Mr. FALLOWS: It certainly will change in ways large and small. And I think it's right that you emphasized the coming years, because you can think of this as a continuation of two other historic sociological/political/military changes the U.S. military has made in the past 60 years.

One was starting with the time of President Harry Truman of the (unintelligible) integration by race in the military. And then over the past generation or so, the increasing integration of women into roles that have traditionally been reserved for male service members.

Both of those could be done sort of by fiat, by presidential order and secretary of Defense saying things will be X as opposed to the way they used to be.

But also, there are so many textural details of how people live together, how people in this specific military culture, which emphasizes properly aggression and sort of group unity and all the rest, how it accommodates changes to that preserving what's important about military culture, but also adapting to a broader draw of the national force. And so it will take a long time, but I think we see the process beginning now.

RAZ: Finally, Jim, from time to time on your blog, you like to point out examples of what you regard as egregious acts of bad governance. And I noticed a new one today. Can you describe it?

Mr. FALLOWS: On Thursday afternoon, just before the Senate was scheduled to go to its Memorial Day recess, there was a deal to approve about 80 presidential nominees. We've been in backlog for months and months and months. These were ambassadors, Peace Corps officials, military officials and others who are important to the functioning of the government.

But because one senator, the Republican leader Mitch McConnell, objected to one of these appointments, the man for the National Labor Relations Board, he was able to scotch the whole deal. And so those appointments are now in limbo for the foreseeable future. The embassies are empty. The other posts are vacant and this seems to be not a sensible way to run the nation's business.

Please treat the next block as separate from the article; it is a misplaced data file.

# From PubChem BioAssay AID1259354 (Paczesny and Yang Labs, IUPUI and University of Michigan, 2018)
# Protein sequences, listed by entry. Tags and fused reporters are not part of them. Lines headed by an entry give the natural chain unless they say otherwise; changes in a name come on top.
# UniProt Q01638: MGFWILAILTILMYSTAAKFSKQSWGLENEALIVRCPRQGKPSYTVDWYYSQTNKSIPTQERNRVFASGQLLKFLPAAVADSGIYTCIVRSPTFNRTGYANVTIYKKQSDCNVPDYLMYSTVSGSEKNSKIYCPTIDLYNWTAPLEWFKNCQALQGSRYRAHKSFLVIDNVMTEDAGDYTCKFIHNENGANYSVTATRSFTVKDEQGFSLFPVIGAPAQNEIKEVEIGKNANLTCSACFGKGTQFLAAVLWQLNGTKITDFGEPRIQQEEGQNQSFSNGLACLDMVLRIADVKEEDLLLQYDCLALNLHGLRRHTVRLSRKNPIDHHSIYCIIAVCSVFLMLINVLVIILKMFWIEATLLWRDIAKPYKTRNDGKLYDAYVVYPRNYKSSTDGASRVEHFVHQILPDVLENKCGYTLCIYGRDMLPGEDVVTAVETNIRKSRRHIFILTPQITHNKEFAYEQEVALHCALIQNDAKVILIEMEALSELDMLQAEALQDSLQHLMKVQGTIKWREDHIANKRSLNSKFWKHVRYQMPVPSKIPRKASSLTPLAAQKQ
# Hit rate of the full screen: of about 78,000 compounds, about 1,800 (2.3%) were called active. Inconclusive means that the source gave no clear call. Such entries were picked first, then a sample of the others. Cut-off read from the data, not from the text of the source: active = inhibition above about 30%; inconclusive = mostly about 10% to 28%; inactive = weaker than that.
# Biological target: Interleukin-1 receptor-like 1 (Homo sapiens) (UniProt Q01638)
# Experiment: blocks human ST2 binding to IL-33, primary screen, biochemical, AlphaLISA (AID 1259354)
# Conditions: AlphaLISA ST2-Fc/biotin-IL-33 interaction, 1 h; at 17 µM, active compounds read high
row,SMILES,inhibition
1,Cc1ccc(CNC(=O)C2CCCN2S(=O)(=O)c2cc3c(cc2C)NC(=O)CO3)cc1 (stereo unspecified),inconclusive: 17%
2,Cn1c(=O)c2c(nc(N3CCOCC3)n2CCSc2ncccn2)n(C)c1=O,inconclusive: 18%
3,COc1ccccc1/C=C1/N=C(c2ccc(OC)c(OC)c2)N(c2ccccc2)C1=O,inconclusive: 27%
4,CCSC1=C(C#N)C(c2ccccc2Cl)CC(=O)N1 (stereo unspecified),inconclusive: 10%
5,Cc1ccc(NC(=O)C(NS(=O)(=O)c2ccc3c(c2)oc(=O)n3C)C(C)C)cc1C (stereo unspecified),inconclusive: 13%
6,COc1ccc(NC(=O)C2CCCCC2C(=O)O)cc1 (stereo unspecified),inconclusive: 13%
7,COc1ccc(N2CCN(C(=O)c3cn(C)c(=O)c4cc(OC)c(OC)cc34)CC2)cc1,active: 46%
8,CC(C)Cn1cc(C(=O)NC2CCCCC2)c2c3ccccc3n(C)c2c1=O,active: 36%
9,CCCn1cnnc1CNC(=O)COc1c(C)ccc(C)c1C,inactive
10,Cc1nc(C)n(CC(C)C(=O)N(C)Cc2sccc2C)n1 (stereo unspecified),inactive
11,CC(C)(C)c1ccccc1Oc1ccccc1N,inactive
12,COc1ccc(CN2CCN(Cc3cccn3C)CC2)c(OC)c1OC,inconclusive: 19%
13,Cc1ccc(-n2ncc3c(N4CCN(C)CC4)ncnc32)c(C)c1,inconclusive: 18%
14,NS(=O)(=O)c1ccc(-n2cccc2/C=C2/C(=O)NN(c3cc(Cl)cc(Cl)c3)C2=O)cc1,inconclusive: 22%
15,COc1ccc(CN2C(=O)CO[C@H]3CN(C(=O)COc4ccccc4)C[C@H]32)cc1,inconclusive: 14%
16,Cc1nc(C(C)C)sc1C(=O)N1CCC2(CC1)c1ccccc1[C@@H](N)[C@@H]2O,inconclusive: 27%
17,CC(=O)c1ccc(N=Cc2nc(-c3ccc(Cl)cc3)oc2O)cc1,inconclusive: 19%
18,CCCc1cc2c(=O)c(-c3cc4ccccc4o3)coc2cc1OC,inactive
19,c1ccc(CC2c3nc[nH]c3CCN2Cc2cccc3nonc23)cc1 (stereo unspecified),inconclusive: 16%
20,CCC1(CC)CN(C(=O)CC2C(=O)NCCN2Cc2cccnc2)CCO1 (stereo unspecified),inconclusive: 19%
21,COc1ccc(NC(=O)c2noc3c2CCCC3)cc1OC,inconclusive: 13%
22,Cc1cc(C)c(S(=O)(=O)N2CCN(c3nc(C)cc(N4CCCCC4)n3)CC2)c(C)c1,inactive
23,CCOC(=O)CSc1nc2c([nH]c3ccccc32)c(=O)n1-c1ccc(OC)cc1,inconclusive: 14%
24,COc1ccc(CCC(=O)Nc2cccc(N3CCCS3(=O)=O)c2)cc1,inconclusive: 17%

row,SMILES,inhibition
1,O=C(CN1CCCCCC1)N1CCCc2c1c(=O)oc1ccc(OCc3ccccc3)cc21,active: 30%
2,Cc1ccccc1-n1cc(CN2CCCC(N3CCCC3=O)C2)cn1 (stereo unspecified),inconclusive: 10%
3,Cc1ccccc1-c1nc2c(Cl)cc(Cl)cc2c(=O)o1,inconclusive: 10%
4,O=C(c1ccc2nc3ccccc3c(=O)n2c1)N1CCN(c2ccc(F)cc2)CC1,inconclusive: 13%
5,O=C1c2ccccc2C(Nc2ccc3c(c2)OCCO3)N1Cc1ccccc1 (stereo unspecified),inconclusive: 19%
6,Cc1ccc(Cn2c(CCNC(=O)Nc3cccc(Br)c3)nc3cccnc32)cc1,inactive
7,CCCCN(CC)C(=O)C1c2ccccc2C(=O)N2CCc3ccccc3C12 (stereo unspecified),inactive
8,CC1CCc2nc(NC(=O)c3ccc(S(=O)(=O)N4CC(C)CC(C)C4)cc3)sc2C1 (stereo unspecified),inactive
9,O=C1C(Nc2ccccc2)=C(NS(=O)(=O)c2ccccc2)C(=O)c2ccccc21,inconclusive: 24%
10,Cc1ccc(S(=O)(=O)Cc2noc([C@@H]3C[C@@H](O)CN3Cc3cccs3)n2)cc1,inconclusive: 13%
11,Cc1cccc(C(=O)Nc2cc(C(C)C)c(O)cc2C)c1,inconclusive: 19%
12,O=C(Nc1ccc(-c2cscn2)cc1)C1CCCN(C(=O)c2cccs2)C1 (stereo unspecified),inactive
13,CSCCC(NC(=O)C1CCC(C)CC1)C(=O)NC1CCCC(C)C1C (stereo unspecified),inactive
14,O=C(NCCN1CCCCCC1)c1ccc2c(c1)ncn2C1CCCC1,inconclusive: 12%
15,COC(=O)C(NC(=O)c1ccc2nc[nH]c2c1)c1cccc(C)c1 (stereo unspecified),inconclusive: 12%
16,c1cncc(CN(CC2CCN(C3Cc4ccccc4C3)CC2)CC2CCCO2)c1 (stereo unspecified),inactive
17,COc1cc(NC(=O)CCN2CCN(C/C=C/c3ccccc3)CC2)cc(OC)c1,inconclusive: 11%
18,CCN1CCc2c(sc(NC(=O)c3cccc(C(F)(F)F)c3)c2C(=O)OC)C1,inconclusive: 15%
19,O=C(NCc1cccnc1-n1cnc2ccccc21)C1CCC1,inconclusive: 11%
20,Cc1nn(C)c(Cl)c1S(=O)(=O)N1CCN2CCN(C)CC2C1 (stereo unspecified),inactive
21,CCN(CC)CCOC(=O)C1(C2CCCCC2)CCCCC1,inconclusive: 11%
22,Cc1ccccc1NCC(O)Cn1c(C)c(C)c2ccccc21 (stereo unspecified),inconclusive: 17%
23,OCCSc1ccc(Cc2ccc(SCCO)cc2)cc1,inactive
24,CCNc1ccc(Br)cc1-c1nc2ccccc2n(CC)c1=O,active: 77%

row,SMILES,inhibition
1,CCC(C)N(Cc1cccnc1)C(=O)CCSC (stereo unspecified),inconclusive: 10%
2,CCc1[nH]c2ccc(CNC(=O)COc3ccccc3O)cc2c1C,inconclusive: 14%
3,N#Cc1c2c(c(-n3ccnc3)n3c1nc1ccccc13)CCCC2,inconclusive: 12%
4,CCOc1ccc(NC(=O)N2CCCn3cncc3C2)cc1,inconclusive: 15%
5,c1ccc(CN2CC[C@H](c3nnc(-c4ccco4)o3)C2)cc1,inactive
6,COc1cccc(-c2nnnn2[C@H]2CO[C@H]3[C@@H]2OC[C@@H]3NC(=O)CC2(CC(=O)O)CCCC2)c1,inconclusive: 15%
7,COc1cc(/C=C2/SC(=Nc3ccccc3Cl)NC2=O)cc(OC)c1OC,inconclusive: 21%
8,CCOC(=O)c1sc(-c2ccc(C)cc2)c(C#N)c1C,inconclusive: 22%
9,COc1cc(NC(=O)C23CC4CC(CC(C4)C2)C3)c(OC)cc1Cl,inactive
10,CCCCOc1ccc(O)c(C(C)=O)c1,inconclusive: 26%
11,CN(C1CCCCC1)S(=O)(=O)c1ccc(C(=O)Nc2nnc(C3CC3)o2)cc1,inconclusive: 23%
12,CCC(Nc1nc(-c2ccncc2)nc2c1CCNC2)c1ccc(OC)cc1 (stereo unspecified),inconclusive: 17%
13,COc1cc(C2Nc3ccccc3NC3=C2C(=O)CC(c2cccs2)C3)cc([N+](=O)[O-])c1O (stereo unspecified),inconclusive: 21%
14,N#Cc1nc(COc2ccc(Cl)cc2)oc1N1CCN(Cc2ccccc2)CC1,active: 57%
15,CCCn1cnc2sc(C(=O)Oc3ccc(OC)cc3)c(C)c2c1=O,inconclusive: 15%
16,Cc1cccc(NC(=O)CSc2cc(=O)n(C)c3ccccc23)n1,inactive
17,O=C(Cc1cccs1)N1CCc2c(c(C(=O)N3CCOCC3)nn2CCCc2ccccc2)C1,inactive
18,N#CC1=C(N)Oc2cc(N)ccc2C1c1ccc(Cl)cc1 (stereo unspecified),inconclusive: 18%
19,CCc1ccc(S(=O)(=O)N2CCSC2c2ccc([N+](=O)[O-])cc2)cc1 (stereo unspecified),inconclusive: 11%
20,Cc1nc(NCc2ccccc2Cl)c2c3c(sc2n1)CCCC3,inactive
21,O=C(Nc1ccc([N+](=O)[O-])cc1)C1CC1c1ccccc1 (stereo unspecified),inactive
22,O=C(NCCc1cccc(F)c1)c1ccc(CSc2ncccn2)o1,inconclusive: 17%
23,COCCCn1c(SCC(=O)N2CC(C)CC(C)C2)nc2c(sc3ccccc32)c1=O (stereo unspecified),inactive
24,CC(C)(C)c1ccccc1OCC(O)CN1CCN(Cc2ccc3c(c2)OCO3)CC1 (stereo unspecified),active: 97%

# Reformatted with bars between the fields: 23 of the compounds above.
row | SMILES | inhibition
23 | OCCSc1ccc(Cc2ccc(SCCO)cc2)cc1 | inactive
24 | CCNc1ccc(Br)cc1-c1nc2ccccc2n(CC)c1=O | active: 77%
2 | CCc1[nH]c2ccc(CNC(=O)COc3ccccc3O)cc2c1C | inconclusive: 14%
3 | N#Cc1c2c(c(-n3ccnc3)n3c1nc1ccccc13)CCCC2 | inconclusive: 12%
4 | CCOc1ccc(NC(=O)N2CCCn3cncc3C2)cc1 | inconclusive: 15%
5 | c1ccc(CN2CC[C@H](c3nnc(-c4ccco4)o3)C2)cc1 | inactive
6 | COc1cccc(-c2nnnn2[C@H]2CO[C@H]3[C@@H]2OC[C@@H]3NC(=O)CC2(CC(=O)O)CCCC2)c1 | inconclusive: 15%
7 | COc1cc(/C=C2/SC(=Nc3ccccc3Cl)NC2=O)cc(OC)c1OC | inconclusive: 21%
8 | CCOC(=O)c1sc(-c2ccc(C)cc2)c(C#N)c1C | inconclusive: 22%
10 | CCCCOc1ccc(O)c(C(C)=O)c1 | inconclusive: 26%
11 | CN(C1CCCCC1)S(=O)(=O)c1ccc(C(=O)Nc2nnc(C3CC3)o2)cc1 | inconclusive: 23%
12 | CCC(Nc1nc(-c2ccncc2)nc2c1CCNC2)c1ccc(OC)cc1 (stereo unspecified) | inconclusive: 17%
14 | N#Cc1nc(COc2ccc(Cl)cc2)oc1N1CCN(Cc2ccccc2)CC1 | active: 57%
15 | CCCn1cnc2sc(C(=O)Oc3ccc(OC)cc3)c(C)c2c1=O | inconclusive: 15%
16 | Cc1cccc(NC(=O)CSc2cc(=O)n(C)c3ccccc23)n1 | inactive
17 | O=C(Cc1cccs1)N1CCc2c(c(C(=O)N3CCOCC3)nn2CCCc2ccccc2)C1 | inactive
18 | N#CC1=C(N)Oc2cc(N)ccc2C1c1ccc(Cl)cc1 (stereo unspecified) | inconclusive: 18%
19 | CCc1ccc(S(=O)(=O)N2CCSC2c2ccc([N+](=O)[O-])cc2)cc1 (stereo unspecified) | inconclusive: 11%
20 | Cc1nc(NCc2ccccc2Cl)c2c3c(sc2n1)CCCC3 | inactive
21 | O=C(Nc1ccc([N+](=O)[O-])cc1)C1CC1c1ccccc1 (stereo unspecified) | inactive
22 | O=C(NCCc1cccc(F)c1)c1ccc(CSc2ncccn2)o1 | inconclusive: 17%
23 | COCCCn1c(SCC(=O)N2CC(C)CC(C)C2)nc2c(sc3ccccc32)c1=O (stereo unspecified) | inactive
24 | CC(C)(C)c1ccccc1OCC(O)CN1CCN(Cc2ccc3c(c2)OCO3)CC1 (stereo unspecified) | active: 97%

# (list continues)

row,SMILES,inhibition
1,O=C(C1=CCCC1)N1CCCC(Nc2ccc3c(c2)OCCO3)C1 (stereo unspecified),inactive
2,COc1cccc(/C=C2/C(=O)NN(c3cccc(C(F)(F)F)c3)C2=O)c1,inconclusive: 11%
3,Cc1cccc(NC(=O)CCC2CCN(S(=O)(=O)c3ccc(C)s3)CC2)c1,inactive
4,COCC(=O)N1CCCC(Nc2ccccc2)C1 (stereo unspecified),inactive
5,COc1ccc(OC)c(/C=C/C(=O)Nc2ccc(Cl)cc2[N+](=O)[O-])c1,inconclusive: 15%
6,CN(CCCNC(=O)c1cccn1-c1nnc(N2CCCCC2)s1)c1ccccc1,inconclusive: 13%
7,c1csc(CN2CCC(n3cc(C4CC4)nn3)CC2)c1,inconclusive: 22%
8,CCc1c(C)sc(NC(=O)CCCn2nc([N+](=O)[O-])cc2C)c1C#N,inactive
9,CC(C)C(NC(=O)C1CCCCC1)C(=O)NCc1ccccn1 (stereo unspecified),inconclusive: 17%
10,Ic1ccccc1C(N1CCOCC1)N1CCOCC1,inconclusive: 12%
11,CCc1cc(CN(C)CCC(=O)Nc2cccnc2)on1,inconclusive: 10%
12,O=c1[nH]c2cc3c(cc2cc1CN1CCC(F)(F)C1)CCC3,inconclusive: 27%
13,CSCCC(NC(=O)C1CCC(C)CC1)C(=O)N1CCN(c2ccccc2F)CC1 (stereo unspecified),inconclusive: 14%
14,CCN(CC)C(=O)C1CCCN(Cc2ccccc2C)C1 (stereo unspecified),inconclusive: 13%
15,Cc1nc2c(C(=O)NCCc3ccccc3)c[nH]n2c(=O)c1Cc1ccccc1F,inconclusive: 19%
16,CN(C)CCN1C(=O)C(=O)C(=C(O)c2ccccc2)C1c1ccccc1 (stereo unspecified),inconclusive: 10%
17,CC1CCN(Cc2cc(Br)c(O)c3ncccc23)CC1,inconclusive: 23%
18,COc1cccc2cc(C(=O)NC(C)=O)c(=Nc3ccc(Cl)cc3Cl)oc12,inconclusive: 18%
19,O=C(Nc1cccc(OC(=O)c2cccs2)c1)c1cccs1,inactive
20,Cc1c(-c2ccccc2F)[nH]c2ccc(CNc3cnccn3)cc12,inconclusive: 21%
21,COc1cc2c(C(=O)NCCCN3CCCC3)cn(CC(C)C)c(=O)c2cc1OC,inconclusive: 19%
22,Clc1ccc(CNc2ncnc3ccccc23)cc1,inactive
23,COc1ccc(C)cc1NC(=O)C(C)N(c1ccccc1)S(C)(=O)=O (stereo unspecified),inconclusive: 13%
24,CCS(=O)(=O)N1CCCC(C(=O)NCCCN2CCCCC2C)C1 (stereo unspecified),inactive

RAZ: A lot of these people, potential ambassadors are sitting around with bags packed and nowhere to go.

Mr. FALLOWS: Exactly. And their foreign missions are still empty or there's some deputy chief of mission there. And so, yes, it's proper to have debates about the NLRB and the rest. But I think it's time for a reconsideration of the way in which individual politicians can hold up the whole work of government.

RAZ: In the meantime, the system marches on. That's James Fallows. He's national correspondent for The Atlantic and a frequent guest on this program. You can read his blog at jamesfallows.theatlantic.com.

Jim, you're off to Beijing for a week or so, so we'll talk to you when you get back.

Mr. FALLOWS: I'll talk to you then. Thanks, Guy.

Copyright © 2010 NPR. All rights reserved. Visit our website terms of use and permissions pages at www.npr.org for further information.

NPR transcripts are created on a rush deadline by Verb8tm, Inc., an NPR contractor, and produced using a proprietary transcription process developed with NPR. This text may not be in its final form and may be updated or revised in the future. Accuracy and availability may vary. The authoritative record of NPR’s programming is the audio record.